What is a Subcomposition?
Each Subcomposition at the top level of your Composition Tree in Composer represents an individual overlay and is required to create the Layer Logic used in Singular's control applications. Subcompositions can be assigned Control Properties and can be connected to external data sources.
A Subcomposition can consist of Widgets, Groups, and even other Subcompositions, which, when nested within a parent Subcomposition, create an overlay. Some advanced widgets, such as the Grid Widget, will even create their own sub-compositions that they reference.
Adding a new Subcomposition
Nesting Subcompositions is Important For:
Separating your Composer content into separate overlays
Your first step when building a new composition should be to create separate Subcompositions for each overlay within your root group folder. Within these, nest all the widgets required to build each overlay.
Adding animations, controls, and effects to multiple elements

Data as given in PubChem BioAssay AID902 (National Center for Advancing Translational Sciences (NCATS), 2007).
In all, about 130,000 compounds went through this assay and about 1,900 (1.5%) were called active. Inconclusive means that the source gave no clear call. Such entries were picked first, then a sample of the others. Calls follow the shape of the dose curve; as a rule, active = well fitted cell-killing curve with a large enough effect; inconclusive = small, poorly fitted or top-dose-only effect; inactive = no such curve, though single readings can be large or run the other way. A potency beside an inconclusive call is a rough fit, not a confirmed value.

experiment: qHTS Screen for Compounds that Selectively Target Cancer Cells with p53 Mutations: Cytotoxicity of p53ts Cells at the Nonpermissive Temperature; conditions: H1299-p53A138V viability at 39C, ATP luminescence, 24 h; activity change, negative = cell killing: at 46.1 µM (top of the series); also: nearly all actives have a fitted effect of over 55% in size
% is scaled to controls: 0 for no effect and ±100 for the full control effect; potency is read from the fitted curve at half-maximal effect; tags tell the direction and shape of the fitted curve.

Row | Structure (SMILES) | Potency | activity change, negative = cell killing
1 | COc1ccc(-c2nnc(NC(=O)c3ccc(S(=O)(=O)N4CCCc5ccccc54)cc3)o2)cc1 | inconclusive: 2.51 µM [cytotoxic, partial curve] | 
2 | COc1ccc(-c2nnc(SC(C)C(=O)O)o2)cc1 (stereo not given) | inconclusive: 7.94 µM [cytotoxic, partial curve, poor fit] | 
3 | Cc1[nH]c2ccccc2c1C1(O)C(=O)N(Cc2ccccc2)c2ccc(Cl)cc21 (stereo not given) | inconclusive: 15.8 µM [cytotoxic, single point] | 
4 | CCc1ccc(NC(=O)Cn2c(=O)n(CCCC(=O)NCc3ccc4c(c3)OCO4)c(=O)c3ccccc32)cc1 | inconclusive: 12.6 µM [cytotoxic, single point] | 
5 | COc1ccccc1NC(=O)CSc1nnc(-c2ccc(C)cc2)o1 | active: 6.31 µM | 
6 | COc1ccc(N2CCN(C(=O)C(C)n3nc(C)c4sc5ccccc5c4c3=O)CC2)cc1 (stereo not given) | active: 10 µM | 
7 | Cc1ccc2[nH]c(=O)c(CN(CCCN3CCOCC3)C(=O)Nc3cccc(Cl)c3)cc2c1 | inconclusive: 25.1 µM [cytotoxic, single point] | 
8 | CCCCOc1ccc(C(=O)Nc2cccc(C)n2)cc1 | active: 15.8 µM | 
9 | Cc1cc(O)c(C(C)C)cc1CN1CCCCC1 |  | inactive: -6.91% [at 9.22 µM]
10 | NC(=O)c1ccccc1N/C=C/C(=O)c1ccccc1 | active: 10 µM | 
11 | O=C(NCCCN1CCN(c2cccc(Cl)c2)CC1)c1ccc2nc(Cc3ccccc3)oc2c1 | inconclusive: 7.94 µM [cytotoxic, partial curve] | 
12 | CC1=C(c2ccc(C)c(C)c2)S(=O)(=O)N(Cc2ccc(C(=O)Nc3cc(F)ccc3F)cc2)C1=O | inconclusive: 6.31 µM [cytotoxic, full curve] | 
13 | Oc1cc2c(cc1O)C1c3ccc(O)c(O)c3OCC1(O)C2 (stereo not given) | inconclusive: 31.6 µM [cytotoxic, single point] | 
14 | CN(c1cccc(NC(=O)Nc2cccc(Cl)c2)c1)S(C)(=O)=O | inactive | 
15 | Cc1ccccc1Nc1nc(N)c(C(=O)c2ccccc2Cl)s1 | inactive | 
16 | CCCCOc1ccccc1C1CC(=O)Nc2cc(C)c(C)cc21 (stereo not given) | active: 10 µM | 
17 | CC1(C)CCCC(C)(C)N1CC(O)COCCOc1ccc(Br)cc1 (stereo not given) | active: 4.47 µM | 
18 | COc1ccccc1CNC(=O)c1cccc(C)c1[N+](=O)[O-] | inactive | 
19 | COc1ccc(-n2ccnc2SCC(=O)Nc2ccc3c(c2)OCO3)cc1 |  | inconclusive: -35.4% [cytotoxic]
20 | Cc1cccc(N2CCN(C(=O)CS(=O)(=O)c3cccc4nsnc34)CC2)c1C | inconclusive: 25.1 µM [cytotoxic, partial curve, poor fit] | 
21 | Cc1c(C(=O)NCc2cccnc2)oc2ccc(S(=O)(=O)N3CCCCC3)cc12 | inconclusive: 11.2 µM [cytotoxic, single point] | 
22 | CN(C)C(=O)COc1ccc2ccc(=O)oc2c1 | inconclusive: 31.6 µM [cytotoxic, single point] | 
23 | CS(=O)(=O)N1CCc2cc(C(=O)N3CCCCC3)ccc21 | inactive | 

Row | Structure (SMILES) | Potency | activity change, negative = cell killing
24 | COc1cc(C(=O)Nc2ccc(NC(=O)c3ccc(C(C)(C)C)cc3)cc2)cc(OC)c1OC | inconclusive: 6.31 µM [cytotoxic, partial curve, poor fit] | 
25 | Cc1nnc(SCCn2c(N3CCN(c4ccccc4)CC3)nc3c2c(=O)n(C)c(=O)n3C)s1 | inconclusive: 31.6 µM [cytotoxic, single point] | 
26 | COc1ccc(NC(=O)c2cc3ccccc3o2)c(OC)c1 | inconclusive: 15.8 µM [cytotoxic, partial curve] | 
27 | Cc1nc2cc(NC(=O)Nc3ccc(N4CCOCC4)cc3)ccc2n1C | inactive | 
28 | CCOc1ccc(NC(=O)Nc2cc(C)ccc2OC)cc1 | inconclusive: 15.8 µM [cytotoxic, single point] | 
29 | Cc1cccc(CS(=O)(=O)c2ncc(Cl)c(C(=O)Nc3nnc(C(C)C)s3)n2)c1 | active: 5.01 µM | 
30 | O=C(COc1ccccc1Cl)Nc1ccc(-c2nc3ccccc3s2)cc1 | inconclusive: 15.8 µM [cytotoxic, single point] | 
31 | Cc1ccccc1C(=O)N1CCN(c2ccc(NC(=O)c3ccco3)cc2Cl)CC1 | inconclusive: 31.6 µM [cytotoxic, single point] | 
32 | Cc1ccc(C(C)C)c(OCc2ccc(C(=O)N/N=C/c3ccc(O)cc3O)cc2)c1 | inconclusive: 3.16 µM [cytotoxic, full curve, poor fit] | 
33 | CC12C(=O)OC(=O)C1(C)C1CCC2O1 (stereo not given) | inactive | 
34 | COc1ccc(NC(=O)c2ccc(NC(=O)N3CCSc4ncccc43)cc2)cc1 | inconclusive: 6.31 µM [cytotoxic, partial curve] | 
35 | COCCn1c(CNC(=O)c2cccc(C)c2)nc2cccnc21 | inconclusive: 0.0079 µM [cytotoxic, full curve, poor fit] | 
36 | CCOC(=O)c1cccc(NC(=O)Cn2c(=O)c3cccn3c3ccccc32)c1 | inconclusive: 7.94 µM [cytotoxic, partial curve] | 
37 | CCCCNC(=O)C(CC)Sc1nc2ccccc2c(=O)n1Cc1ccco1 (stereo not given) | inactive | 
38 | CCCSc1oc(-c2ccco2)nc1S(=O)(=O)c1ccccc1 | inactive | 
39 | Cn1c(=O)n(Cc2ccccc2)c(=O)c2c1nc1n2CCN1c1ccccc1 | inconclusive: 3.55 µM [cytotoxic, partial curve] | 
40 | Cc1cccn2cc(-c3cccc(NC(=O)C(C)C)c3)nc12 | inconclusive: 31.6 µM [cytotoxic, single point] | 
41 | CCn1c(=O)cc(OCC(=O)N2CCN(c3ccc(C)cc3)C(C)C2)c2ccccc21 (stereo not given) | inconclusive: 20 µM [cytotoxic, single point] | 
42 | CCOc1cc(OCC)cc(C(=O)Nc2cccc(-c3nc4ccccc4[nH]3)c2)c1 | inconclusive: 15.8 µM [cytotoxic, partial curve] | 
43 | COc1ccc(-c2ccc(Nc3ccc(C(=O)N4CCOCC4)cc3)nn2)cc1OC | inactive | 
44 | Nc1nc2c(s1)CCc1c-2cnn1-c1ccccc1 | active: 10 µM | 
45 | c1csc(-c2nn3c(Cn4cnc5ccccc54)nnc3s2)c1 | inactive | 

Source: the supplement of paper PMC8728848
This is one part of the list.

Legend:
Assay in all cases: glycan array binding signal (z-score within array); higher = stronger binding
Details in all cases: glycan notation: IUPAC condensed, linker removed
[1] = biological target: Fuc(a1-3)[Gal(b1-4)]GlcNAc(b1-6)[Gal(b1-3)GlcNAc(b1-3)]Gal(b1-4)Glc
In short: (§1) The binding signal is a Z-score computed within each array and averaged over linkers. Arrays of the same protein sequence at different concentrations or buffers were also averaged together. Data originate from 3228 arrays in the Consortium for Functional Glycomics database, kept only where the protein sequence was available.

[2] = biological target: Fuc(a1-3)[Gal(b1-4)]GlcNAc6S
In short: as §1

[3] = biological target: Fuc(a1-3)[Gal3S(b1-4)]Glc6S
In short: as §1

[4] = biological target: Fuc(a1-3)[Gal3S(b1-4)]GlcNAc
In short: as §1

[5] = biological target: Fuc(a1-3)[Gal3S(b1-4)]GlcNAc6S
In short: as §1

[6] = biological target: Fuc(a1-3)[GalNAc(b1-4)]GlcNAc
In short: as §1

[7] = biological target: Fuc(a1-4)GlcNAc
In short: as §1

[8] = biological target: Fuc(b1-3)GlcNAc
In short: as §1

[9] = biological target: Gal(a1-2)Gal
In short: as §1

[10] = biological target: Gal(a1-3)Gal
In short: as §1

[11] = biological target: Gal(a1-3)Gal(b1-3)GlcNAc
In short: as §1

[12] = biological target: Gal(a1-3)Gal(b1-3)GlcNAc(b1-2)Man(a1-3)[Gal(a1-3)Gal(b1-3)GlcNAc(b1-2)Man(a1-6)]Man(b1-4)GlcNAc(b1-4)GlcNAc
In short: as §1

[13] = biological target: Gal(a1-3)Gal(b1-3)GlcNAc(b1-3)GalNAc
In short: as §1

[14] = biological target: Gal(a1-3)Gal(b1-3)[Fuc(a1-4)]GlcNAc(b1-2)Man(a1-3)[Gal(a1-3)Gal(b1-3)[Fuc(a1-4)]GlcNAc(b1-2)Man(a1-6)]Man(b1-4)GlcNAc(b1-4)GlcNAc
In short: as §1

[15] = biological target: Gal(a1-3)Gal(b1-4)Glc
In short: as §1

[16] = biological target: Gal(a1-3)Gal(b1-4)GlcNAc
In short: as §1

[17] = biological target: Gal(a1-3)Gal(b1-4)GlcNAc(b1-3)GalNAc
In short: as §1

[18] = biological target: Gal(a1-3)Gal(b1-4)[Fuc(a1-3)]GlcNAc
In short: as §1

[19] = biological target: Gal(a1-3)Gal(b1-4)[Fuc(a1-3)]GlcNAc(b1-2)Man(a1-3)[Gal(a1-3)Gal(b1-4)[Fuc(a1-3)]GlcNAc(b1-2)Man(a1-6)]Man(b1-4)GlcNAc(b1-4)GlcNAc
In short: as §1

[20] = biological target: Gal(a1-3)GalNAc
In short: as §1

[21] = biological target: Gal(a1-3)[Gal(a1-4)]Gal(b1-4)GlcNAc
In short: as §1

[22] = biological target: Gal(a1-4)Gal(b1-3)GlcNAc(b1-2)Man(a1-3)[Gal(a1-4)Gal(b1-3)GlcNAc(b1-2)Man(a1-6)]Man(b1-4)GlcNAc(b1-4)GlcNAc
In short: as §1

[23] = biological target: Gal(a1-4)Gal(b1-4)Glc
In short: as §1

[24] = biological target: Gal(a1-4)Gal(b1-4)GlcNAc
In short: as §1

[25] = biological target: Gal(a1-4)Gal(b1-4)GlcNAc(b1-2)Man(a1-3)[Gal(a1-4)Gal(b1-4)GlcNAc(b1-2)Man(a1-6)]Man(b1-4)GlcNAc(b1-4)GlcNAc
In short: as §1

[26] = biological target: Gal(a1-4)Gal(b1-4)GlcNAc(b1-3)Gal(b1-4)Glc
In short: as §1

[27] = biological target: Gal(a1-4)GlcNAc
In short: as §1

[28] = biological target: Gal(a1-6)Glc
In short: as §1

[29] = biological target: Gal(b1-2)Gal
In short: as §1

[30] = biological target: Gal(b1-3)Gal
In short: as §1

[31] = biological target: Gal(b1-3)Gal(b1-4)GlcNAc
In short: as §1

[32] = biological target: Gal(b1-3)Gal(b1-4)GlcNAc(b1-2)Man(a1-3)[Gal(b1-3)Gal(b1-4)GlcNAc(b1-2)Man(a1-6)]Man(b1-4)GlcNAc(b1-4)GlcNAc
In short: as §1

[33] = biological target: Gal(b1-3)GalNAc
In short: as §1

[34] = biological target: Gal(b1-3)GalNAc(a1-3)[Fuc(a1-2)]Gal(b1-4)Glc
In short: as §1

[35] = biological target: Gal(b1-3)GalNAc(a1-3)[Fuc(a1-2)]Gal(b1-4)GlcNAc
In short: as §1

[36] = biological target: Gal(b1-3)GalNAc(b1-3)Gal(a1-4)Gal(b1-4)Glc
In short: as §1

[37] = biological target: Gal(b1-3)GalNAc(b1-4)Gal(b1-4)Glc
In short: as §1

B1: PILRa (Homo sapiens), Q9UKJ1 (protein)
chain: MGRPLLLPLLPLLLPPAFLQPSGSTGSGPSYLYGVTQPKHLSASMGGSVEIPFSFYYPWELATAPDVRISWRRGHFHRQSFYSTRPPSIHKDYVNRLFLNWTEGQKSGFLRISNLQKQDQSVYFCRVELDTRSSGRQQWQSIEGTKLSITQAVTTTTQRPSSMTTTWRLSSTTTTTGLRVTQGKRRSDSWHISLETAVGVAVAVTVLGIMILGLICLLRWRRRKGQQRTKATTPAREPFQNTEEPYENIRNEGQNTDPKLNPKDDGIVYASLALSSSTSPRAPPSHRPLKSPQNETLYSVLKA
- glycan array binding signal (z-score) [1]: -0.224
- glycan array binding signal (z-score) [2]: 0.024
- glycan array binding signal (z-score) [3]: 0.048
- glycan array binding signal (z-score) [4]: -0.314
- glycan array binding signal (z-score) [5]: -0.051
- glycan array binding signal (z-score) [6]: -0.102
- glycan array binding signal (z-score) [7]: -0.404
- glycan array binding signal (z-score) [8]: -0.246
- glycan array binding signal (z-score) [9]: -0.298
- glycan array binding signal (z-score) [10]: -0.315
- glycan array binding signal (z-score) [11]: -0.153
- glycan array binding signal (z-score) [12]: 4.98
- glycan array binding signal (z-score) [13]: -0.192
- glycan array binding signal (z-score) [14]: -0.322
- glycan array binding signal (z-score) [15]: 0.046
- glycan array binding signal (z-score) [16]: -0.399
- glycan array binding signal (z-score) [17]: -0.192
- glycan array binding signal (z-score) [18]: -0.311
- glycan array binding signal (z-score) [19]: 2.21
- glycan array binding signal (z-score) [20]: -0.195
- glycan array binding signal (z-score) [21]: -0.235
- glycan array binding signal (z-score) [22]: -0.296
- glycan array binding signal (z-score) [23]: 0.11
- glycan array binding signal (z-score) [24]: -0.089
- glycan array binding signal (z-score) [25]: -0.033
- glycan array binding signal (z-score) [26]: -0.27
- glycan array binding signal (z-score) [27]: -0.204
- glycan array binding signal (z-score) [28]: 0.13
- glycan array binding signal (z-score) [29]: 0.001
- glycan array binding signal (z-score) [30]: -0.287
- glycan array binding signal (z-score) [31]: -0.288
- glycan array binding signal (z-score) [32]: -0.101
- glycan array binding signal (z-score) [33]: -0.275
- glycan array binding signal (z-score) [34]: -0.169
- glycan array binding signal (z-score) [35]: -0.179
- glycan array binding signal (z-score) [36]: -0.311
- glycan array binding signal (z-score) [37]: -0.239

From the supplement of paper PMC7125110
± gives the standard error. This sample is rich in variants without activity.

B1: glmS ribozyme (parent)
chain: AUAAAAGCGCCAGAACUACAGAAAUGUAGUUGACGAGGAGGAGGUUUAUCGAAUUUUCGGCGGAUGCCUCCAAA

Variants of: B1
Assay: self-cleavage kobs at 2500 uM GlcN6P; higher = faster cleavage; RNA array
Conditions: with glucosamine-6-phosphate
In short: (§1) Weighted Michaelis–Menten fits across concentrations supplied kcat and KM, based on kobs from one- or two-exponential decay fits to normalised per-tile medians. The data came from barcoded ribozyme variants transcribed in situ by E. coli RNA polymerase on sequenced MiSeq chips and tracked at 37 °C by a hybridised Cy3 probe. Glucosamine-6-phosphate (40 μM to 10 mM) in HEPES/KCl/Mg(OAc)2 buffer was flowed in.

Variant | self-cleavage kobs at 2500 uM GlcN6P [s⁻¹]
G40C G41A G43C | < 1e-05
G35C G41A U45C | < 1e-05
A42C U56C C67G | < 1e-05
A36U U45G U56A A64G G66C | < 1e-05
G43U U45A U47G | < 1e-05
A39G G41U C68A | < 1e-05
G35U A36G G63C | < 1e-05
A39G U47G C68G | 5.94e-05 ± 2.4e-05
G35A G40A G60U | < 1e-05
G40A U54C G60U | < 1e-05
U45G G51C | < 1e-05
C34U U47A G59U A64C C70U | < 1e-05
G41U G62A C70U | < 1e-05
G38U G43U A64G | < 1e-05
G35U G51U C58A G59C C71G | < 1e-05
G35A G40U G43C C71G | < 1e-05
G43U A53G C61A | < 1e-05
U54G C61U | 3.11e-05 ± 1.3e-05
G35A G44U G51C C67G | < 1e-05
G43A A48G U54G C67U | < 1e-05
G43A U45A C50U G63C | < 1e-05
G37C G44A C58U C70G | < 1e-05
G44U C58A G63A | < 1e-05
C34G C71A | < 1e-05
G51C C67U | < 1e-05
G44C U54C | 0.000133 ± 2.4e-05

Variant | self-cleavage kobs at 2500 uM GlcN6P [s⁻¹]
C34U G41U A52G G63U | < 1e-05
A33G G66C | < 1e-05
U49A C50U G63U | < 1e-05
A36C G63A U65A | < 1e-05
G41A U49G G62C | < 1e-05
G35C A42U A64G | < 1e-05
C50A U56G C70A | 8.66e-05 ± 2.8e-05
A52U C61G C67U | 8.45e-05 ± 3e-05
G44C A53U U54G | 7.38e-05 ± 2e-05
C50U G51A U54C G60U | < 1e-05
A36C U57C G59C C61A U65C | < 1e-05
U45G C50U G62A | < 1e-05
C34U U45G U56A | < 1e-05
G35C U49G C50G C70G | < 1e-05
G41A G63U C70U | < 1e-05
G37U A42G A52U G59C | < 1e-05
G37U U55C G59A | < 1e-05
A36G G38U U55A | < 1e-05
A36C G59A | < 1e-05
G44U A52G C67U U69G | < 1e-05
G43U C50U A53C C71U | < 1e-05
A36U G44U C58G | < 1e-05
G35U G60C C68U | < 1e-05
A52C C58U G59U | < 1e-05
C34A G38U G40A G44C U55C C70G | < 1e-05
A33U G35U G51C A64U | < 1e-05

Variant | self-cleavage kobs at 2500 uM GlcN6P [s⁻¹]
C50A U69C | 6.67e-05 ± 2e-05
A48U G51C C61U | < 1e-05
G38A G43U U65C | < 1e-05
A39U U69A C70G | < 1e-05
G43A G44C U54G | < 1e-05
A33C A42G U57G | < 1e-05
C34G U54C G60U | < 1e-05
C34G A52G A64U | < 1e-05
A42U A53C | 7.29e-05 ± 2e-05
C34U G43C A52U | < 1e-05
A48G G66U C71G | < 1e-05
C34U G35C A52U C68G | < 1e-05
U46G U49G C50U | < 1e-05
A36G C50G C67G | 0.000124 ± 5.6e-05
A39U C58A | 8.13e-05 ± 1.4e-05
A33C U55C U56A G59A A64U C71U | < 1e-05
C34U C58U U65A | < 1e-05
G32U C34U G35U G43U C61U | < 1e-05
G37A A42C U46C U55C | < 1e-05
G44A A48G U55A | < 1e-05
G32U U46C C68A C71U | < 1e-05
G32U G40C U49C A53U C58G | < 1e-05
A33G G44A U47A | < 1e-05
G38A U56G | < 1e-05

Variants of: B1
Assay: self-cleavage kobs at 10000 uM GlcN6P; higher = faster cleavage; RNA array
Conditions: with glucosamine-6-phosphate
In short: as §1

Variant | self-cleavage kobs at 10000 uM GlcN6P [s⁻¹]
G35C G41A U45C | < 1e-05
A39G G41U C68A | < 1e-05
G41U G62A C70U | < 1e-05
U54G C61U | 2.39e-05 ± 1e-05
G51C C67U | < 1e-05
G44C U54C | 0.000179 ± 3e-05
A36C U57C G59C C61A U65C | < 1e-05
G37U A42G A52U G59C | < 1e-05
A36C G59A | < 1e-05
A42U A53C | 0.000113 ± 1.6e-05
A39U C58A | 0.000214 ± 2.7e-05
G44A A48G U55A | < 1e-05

By grouping elements together within a Subcomposition, you can add controls, effects, and animations to all widgets within that Subcomposition. For example, instead of having the same animation for three separate Subcompositions, you can have one animation tied to a single Subcomposition containing your three elements.
Top layer is important if using Studio to control
If you plan to use Singular's Studio as your control application, keep in mind that only the Subcompositions that sit in the top layer of a Composition can be controlled by Studio, as these are the individual overlays. These are also the only Subcompositions you can assign to a specific Logic Layer.
If you're using a custom control application, however, those can be built to control nested Subcompositions as well.